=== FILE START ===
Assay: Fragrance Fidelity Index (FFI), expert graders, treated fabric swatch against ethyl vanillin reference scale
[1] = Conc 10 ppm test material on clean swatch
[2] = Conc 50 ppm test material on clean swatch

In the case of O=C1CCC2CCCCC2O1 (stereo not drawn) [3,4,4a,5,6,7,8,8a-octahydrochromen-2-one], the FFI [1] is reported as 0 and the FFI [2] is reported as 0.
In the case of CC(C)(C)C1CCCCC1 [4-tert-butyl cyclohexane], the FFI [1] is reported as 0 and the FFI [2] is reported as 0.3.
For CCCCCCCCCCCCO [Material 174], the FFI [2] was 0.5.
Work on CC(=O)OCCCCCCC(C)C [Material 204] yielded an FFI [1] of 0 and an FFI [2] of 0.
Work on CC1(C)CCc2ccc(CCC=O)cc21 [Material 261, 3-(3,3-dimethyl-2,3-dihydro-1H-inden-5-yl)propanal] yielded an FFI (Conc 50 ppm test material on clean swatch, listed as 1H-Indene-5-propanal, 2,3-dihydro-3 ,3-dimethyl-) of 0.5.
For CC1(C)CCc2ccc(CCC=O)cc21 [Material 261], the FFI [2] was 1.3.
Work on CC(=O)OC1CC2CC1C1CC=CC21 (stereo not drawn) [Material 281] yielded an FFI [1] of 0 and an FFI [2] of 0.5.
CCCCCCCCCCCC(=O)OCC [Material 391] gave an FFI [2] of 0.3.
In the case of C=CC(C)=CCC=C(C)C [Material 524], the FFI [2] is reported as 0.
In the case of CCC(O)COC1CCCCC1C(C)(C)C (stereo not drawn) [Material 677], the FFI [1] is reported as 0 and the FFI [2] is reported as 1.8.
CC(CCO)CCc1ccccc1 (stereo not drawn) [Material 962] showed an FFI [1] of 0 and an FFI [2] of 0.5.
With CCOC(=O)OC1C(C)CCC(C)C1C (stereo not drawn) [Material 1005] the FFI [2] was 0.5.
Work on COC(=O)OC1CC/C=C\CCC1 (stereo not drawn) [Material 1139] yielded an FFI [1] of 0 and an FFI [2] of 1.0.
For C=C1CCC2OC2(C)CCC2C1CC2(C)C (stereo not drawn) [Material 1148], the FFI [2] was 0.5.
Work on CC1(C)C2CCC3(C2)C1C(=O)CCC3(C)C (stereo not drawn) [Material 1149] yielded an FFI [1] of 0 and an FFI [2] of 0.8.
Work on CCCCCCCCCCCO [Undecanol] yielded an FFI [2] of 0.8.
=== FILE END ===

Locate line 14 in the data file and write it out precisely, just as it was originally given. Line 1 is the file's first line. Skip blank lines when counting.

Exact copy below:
CC(CCO)CCc1ccccc1 (stereo not drawn) [Material 962] showed an FFI [1] of 0 and an FFI [2] of 0.5.